If I’ve learned anything during my time in Alaska — aside from how to loosen lug nuts with a blowtorch — it’s strategies for overcoming inclement weather. And I mean without intoxicants. Or Netflix.
Now, I like to think I’ve built immunity to seasonal affective disorder, itself a condition known as seasonal affective disorder-disorder. Honestly, I dig lengthy stretches of precipitation — great excuse to make nachos and listen to Radiohead.
But lately, climactic conditions have turned particularly nasty. How nasty? I quote “Forrest Gump”: “One day it started raining, and it didn’t quit for four months. We been through every kind of rain there is. Little bitty stingin’ rain… and big ol’ fat rain. Rain that flew in sideways. And sometimes rain even seemed to come straight up from underneath. Shoot, it even rained at night…”
That about sums up summer 2017.
I’ll put it another way. If all of the raindrops were lemon drops and gumdrops, this past week alone would’ve sent the entire city and borough of Juneau into hyperglycemic shock.
In times like these, even a rugged indoorsman like me can catch cabin fever (although, really, we live in a split-level ranch). And whenever I feel it coming on, I remind myself of the old adage: when the going gets tough, the tough clean out their house.
Oh, wait. I’m sorry, I mean “muck” out their house. Alaskans don’t clean out anything; they “muck” it out (just like how Alaskans don’t get into “fender-benders;” they “roll in the ditch.”)
To live here is to wage constant battle against muck… and usually lose — especially if you have kids. In this way, a thorough mucking-out can prove curiously satisfying, like the psychological equivalent of cutting your toenails.
This time, I’m really going after it, not only mucking out current muck, but a bunch of back-muck, too. For the first time since I divested myself of every possession that didn’t fit in our Subaru on the long drive up here 12 years ago, I find myself getting rid of things.
Just partial list of items: an iPod dock with no iPod docked in it; a giant pile of last year’s schoolwork, just in time to start accumulating this year’s; every towel, sock and pair of underpants with a hole in it; every broken piece of junk I stashed in the back of every closet (and under the stairs); a juicer that hasn’t juiced anything since the first Obama administration; a surprisingly complicated, unassembled piece of home exercise equipment mostly in its original packaging, but sure to be missing several key parts… along with the instructions; (in the garage, which is ground zero for muck) a set of old, bald tires I’ve been hanging on to — just because they’re old and bald, doesn’t make them bad; several totes of very outdated audio-video equipment I scored at a state surplus sale — remember those?; three different vacuums broken in three different ways, each attributable to my repair attempts and, of course, the various plastic bags we’ve stuffed to bursting with other plastic bags.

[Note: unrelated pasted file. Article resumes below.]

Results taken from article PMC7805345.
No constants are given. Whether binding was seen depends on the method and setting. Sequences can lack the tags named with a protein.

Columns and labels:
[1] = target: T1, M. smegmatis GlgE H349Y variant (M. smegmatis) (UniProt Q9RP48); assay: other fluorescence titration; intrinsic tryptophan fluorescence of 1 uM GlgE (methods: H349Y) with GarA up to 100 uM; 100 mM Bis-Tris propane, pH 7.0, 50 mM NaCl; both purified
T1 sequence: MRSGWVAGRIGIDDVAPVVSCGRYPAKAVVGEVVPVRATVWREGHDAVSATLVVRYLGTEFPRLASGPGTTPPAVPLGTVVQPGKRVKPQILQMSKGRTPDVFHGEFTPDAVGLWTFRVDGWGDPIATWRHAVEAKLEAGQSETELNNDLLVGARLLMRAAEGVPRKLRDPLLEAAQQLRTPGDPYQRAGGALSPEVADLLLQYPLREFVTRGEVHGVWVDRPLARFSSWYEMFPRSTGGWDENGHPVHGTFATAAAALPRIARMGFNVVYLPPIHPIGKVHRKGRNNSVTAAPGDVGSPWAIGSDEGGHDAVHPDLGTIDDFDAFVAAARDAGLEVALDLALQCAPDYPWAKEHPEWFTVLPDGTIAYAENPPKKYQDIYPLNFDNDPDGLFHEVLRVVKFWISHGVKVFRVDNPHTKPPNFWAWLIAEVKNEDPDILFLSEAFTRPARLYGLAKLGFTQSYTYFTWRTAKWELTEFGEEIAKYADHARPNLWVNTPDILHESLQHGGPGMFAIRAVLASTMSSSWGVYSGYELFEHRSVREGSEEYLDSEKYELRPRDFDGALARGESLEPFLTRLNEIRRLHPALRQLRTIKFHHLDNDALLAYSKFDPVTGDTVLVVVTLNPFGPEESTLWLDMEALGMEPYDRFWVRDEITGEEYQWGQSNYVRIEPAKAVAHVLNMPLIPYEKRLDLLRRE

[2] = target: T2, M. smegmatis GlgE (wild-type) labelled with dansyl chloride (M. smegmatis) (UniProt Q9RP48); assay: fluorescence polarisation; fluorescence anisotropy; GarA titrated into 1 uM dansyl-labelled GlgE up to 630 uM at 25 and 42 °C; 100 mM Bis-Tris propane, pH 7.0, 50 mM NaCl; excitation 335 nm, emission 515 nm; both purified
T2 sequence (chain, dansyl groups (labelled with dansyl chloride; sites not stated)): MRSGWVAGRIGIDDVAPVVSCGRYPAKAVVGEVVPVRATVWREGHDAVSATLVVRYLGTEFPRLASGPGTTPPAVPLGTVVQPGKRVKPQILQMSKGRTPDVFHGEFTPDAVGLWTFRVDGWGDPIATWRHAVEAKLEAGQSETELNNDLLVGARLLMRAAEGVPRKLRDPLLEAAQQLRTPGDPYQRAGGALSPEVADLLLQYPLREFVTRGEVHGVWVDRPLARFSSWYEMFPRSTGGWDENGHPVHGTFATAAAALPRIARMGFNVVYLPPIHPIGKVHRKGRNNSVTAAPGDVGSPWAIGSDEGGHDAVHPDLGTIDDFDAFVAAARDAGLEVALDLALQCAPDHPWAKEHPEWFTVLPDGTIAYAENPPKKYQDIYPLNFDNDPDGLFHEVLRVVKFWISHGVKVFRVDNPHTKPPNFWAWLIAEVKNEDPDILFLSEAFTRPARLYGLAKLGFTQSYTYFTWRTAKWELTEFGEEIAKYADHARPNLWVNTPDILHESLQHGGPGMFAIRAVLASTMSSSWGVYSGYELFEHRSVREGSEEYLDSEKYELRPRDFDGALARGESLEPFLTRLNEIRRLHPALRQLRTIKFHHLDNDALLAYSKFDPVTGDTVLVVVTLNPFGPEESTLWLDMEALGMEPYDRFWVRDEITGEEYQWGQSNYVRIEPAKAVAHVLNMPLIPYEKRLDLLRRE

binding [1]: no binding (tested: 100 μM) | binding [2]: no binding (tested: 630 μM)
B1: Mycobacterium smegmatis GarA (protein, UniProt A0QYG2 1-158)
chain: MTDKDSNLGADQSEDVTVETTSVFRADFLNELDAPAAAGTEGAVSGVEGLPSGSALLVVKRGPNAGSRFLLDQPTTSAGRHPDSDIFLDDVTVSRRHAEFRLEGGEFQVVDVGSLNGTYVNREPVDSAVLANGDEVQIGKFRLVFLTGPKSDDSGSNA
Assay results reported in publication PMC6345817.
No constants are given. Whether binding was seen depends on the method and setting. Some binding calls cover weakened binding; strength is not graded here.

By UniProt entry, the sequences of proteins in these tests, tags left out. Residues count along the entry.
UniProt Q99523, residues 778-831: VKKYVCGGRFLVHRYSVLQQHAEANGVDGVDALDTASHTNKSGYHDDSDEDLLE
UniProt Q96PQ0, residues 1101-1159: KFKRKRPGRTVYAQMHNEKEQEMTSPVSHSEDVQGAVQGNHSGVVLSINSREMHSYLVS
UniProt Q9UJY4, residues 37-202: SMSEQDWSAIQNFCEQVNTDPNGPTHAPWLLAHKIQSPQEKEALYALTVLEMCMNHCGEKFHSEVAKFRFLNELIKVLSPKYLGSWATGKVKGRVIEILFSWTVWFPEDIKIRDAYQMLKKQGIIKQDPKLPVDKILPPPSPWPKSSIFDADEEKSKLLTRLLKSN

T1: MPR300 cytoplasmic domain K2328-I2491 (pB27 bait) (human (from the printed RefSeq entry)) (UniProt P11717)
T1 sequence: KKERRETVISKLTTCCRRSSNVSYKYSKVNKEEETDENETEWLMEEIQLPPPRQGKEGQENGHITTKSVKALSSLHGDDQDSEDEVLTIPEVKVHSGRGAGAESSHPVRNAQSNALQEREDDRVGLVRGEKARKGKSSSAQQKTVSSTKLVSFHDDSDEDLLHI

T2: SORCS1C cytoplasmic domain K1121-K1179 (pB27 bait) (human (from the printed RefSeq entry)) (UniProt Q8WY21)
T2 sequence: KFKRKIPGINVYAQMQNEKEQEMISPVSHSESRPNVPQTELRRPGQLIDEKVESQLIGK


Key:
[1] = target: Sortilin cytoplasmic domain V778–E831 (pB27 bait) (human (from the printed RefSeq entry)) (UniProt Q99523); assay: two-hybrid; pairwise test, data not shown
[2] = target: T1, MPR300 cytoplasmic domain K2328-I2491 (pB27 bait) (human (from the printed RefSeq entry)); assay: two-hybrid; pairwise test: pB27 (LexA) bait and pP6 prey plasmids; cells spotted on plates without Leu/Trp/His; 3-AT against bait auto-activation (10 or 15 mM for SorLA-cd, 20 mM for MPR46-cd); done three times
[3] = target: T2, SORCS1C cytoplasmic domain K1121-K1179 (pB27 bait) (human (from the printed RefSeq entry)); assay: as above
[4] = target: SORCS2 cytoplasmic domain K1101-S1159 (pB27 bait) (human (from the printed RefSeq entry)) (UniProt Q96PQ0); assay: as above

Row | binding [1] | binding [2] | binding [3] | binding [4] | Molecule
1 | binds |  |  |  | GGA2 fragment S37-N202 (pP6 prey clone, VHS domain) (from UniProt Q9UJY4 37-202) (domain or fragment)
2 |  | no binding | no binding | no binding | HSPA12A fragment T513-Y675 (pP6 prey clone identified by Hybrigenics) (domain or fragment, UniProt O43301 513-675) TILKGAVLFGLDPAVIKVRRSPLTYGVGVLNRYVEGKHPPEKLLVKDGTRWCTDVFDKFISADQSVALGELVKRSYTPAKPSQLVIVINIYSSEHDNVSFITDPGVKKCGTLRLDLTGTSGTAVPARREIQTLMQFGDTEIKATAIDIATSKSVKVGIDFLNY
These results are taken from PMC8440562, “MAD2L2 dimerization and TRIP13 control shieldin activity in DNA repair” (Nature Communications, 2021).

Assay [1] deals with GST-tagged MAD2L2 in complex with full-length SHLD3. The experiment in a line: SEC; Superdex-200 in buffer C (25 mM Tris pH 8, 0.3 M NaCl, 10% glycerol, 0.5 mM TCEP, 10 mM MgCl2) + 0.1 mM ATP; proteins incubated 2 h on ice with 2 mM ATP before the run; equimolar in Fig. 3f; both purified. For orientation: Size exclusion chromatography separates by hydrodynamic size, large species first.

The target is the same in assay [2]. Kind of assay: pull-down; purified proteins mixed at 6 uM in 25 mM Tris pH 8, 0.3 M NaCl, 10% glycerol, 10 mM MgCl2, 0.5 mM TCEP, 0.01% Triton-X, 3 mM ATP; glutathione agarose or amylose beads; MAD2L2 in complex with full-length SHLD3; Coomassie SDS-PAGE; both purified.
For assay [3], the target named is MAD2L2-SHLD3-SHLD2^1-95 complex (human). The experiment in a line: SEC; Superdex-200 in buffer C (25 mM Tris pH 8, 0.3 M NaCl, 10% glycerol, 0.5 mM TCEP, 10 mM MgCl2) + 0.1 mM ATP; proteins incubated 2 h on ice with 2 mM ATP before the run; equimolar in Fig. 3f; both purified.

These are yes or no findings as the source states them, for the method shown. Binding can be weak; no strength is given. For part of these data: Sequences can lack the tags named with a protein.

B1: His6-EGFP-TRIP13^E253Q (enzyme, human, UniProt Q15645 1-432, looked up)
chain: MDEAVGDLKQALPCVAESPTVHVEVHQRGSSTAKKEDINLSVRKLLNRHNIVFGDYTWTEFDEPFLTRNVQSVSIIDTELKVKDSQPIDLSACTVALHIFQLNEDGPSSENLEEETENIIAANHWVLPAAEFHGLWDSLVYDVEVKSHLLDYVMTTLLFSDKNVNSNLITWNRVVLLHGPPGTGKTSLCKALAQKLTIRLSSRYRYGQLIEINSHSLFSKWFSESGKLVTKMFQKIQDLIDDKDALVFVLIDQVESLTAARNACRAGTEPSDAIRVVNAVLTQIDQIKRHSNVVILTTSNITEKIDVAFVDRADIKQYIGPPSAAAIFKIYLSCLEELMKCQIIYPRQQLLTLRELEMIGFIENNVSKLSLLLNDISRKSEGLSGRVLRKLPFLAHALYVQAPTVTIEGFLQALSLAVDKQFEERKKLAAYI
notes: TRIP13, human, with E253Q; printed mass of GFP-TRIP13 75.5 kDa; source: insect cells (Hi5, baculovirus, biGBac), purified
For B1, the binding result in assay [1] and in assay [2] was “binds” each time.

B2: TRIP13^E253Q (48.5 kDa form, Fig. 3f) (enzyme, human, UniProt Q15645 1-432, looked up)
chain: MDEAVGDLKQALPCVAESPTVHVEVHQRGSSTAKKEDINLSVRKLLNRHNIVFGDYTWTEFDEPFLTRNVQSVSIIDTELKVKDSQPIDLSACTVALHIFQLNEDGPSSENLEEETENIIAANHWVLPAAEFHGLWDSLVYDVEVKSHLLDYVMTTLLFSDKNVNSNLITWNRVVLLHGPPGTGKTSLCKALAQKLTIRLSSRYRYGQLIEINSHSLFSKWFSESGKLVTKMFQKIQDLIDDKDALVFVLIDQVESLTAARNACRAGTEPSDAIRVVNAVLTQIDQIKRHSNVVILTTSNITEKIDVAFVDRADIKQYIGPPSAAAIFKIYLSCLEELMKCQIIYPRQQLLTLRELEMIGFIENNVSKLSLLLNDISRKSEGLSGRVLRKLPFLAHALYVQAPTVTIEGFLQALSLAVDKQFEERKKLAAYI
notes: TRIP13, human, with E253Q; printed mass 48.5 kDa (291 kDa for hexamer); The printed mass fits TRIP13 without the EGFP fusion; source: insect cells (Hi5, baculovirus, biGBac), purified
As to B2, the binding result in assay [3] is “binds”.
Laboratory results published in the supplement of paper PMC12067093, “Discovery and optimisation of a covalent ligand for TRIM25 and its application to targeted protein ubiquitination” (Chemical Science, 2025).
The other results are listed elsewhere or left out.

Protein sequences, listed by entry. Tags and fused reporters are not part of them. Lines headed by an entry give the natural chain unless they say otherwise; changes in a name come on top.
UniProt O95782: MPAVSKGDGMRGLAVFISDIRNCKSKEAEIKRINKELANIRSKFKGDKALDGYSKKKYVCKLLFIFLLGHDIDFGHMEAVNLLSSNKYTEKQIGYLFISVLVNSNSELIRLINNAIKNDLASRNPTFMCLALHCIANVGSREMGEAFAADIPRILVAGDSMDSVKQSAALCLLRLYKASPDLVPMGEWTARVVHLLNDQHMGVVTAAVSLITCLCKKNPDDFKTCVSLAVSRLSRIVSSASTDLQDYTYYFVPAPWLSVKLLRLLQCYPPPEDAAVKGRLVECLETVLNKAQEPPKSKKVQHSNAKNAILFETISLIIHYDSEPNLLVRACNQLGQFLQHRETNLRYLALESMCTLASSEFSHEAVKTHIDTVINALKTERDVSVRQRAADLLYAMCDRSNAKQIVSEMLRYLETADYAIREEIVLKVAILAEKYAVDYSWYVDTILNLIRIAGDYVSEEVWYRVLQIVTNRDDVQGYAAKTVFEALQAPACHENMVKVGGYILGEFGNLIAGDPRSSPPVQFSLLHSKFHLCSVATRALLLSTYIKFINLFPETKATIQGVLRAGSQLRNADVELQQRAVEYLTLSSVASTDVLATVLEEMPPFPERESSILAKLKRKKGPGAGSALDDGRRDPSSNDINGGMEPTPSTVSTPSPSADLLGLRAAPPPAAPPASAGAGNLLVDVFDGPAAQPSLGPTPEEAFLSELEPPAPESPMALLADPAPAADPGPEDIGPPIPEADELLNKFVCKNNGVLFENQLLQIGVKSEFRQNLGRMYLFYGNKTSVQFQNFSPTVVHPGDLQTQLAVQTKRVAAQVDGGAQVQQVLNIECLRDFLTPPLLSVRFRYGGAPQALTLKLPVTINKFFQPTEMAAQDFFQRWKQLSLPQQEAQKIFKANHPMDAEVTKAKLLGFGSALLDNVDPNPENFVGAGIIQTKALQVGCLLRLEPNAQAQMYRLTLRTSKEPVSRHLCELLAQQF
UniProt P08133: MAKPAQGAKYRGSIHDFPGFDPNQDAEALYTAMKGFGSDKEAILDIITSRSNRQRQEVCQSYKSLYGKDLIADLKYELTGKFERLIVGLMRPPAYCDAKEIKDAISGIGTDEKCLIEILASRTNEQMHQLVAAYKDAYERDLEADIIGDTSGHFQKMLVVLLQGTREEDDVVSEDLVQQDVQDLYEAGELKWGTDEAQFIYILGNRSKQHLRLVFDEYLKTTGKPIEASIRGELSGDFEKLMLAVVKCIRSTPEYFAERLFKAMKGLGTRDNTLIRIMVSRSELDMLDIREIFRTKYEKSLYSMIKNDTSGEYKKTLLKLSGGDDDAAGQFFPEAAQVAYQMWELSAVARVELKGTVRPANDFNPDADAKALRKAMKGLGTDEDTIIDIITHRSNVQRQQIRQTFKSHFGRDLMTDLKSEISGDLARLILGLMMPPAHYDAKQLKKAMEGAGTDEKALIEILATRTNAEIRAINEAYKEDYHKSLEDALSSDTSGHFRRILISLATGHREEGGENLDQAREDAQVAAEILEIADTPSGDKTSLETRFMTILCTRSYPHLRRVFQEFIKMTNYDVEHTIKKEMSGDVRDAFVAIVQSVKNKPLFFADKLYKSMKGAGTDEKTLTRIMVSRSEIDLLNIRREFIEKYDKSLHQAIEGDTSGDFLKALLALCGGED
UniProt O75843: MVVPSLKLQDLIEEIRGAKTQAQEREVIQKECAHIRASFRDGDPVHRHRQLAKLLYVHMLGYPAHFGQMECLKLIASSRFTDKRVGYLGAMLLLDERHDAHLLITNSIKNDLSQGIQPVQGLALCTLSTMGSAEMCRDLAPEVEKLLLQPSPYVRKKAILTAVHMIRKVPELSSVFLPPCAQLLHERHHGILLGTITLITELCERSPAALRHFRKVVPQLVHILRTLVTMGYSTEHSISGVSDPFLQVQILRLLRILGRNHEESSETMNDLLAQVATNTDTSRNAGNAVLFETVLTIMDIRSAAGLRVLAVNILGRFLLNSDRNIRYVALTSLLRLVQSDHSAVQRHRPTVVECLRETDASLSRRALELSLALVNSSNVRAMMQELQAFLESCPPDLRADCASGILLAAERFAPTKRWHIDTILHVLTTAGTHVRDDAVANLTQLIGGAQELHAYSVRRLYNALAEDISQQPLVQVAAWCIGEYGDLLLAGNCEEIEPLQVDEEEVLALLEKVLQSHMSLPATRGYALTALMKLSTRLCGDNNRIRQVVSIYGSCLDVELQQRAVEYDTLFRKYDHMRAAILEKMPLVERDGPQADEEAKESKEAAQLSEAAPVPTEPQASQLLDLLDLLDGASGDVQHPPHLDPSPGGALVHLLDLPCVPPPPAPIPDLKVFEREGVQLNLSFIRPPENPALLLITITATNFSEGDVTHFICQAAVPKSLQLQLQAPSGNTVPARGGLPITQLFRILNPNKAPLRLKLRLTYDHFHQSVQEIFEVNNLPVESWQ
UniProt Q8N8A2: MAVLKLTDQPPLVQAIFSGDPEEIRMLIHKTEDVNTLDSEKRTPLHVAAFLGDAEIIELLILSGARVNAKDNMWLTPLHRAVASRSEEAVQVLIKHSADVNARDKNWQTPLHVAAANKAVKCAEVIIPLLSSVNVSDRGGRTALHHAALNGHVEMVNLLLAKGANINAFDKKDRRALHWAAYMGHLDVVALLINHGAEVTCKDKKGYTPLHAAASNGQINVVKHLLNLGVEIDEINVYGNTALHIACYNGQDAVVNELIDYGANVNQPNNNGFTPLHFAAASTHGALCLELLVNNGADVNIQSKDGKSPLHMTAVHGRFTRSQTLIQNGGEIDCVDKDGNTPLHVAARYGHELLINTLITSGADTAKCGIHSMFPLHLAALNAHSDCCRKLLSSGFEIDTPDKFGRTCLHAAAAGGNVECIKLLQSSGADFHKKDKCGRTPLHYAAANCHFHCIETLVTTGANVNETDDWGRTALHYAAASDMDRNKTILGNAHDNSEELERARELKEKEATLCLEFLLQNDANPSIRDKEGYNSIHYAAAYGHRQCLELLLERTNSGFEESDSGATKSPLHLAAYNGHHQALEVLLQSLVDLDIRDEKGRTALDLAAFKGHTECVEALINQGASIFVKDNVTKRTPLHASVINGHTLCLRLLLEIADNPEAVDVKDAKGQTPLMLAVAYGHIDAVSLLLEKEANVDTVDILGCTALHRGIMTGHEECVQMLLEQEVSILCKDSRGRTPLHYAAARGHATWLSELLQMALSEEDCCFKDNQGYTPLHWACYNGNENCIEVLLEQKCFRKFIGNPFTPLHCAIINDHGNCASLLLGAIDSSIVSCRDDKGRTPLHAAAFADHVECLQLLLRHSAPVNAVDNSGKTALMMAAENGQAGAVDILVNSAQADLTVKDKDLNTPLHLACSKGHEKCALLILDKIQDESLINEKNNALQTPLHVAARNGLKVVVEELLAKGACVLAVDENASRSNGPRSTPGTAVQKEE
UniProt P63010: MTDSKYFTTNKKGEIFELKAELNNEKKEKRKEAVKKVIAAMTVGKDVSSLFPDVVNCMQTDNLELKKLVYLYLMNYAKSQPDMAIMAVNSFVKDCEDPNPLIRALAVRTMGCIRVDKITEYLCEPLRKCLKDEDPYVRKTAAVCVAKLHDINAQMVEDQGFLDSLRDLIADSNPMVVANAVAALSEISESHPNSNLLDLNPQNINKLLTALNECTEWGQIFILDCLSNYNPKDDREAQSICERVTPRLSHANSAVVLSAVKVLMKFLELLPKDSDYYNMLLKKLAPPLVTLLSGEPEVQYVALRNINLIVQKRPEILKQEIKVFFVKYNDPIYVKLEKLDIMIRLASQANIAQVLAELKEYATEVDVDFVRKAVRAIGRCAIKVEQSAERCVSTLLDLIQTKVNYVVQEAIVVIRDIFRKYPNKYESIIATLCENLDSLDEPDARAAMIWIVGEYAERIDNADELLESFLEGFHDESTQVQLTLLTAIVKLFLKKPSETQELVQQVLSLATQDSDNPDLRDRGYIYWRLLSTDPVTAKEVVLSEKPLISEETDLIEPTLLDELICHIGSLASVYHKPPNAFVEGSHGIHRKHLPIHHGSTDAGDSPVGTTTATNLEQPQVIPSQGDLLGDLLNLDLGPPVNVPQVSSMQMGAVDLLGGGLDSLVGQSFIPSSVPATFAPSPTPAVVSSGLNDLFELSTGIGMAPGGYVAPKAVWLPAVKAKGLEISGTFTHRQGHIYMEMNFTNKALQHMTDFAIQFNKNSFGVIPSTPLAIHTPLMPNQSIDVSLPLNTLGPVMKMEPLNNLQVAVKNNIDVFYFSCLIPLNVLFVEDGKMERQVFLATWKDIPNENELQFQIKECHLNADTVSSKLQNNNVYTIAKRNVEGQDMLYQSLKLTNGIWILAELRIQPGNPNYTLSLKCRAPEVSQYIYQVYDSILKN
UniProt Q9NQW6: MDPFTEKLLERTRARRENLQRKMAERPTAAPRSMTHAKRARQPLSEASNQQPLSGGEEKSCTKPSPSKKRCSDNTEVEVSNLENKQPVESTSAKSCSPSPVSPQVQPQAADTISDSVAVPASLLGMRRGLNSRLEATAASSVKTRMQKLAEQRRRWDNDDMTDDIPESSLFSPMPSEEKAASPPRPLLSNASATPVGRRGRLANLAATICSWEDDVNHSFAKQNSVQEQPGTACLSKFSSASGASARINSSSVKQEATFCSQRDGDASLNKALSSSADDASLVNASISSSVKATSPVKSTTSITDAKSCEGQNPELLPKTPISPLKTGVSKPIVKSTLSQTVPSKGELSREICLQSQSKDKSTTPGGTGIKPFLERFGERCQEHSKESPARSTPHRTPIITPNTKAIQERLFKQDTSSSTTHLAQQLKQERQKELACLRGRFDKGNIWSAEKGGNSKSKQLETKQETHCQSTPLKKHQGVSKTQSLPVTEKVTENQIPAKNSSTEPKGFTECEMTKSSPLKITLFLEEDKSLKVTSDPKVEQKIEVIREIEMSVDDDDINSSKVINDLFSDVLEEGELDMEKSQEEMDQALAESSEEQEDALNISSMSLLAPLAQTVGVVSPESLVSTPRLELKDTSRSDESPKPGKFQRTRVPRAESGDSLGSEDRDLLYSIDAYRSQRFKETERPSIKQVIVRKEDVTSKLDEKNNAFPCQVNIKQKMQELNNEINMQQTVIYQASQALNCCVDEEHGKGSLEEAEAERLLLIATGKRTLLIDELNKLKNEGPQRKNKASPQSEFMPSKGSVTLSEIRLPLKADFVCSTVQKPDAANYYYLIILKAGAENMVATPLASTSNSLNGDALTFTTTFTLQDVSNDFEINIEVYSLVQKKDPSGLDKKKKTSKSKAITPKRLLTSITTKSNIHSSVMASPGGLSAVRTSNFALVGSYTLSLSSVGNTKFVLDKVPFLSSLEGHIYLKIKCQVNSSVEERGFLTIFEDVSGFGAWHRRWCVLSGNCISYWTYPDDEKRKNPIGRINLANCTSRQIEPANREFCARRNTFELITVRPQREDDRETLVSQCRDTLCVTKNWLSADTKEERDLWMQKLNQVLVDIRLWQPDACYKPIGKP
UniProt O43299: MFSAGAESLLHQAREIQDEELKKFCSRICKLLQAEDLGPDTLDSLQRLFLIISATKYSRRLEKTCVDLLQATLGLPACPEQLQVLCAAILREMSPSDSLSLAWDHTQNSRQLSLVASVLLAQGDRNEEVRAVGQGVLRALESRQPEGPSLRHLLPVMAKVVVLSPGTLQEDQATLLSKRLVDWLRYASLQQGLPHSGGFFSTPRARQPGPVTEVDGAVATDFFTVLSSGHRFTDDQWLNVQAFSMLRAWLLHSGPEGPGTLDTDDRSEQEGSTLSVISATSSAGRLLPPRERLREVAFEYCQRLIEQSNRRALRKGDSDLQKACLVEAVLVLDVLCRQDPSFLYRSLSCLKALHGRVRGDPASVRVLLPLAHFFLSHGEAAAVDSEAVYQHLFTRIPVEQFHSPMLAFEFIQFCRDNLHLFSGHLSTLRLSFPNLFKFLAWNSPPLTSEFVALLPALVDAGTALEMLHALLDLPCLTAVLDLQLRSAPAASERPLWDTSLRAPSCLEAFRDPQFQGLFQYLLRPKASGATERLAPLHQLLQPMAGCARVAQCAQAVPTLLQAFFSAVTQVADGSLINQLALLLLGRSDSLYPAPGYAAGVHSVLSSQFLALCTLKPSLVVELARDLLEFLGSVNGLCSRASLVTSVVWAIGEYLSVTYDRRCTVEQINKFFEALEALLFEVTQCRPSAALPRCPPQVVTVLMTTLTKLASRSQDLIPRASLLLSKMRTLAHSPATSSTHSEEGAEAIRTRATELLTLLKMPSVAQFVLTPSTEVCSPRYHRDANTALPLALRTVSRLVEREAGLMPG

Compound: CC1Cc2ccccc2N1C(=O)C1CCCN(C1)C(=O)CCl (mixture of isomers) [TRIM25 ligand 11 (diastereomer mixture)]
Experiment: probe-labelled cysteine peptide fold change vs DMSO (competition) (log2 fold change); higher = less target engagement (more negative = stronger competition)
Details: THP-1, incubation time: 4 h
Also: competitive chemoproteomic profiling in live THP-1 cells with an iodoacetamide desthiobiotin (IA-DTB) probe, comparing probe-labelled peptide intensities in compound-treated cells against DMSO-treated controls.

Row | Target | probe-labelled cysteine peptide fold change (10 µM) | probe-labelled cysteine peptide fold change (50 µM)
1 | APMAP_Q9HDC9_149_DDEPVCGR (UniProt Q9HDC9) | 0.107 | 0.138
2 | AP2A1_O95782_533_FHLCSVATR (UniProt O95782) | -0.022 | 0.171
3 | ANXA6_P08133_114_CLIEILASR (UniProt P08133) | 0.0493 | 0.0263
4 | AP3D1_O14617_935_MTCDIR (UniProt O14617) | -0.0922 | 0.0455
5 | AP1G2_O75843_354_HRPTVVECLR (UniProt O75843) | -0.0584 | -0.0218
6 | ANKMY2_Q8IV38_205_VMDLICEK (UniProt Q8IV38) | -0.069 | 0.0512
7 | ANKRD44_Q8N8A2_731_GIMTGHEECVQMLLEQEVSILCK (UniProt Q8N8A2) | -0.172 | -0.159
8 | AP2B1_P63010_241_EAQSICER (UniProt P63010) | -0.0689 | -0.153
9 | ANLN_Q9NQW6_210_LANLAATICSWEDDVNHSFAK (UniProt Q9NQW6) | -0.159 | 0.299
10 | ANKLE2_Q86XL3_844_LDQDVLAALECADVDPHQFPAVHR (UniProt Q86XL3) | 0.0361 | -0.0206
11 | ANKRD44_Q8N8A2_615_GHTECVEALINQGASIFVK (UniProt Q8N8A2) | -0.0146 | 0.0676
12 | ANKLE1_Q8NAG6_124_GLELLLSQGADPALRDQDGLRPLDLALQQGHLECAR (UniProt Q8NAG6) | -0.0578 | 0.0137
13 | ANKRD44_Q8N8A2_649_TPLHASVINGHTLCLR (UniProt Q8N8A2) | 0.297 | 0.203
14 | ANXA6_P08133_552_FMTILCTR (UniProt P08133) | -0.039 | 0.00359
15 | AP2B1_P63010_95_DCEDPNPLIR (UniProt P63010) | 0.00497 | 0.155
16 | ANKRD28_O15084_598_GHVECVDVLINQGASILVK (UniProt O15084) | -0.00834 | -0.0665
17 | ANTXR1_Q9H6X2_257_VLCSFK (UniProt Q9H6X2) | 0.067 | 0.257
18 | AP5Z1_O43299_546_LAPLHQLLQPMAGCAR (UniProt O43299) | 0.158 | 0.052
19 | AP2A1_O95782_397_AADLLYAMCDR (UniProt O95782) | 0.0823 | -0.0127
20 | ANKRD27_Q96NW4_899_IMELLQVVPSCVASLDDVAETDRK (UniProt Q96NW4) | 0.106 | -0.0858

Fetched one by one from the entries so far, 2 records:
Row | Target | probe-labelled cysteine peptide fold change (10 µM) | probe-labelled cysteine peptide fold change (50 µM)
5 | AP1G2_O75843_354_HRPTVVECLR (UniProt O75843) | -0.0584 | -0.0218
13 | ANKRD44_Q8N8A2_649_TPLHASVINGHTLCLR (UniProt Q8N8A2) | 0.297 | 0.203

That’s to say nothing of all the egg cartons, paper towel rolls and scrap paper we’ve stashed away as “art supplies.” Either they start supplying art, or they’re going to supply kindling.
And the muck doesn’t stop there. On the contrary, removing surface muck reveals a whole layer of ground-in, caked-on muck you didn’t even know existed. And, at least in my house, coffee stains on every carpet. Oh, and more dust than you can shake a Swiffer at.
Needless to say, it’s been a muck-fest over here. Of course, I try to be environmentally conscious and use earth-friendly products. In fact, I just picked up a two-gallon jug of something called ECOS Plant Powered All Purpose Cleaner. Here’s what it says on the label, verbatim: “Tidy up fast with the cleansing strength of…” wait for it, wait for it… “parsley.” For real. ECOS Plant Powered All Purpose Cleaner with the cleansing strength of parsley — that’s an actual item for sale in Juneau right now. In fact, there’s probably some under your sink this very moment.
You know why people hate liberals? Because we buy and sell products like ECOS Plant Powered All Purpose Cleaner with the cleansing strength of parsley. Actually, “Parsley Plus” it says elsewhere on the label. Look for it next time you shop. Just be sure you buy the one with the cleansing strength of parsley and not the one with the cleansing strength of cilantro. A lot of people make that mistake.
Point is, if there’s a silver lining to this heavy, leaden cloud of a Southeast Alaskan summer, it’s that it’s turned me into one tough mucker.
Sure, lashing rain may force me to spend all afternoon stuck playing Monopoly with a 6-year-old banker who pitches a fit whenever I try to help with the math, but at least I don’t have to do it in my own filth.
• Geoff Kirsch is an award-winning Juneau-based writer and humorist. “Slack Tide” appears every second and fourth Sunday.